The Shoreditch Art Wall has become an east London icon. Photograph: Cain International

A businessman who ran the iconic Shoreditch Art Wall until last year has announced plans to sue its new owners after he claims they “broke a legal arrangement” that would allow him to continue running it.

Peter Mackeonis, who founded the art wall in 2011, today launched a CrowdJustice appeal to raise funds for a legal fight with Cain International, the consortium behind £750 million-pound development The Stage.

Mackeonis says he “had been operating the wall as an advertising business for 13 months on the understanding that I had a three-year agreement in place with Cain International, before they gave the wall to another company to run”.

The future of the wall had been in some doubt before Cain International and Mayor of Hackney Philip Glanville announced in March 2018 that it would be preserved as a space for artists and charities – to be run by local agency Global Street Art.

This news came as a surprise to Mackeonis, who said:At first, when Cain International began the Stage development, they encouraged me to continue renting out the wall because it deterred graffiti, and the high-end art and advertising enhanced their luxury development and construction site.

“But after 15 months and without notice, in the middle of an ad campaign, they barred my access to the wall, which closed my business.”

Archeologists excavating the site of The Curtain Theatre
Archeologists excavate the site of the Elizabethan Curtain Theatre, remains of which will be preserved at The Stage.

A spokesperson for The Stage told the Citizen that the decision to hand over the running of the wall to Global Street Art was done “by the book”.

They would not be drawn on the circumstances surrounding the changeover, which Mackeonis claims resulted in a Gucci advert being ripped off the wall and dumped in a nearby bin.

After what he describes as failed attempts to reach a “fair solution” with the developers, Mackeonis is now preparing for a “David versus Goliath” battle for damages.

If he fails to reach his £10,000 crowdfunding target by 2 March, those who have pledged their support will not be charged.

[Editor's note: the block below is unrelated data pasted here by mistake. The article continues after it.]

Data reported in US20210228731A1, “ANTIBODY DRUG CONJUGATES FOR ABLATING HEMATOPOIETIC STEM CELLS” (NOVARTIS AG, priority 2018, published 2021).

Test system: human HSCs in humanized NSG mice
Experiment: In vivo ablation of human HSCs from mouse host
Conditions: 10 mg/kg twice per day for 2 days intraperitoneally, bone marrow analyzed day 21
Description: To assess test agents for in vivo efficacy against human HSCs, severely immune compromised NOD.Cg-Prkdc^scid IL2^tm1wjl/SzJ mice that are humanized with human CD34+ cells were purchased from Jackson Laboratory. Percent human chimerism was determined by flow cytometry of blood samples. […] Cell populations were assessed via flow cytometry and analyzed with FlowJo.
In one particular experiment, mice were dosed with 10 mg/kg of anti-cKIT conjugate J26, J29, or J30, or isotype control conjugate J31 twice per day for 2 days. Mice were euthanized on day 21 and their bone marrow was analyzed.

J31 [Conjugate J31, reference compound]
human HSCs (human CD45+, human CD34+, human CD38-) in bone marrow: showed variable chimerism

Mackeonis, currently based in the US but whose “family have had close ties to the East End for over 100 years”, says he has been advised that he has a case.

He told the Citizen: “Because [the developers] did not stop me from using the wall for my business, and in fact were cooperative, under the principle of estoppel, this meant that we had their permission to use the wall and that they had accepted my three-year agreement as offered. 

“Therefore, when they destroyed my business by giving control of the wall to Global Street Art, they broke our agreement.”

A law firm acting on behalf of the developers, in a letter dated July 2018, rejects Mackeonis’ claims, saying “there is no basis whatsoever, in contract or otherwise, for any claims against our clients”, and that “any court proceedings will be defended”.

The Stage spokesperson said: “The Shoreditch Art Wall is being managed in accordance with, and adhering to specific legal procedures.

“The art wall is a unique part of Shoreditch life and the recent murals confirm our commitment to keeping the space for local and international artists to collaborate with charities and socially responsible organisations whilst ensuring they are in keeping with the heritage of the area.”

The Stage, which will include housing, office and retail space, is set to open next year.

Construction was put on hold in 2016 to allow a team of archaeologists to excavate a recently unearthed Elizabethan playhouse, the remains of which are to be preserved in situ.


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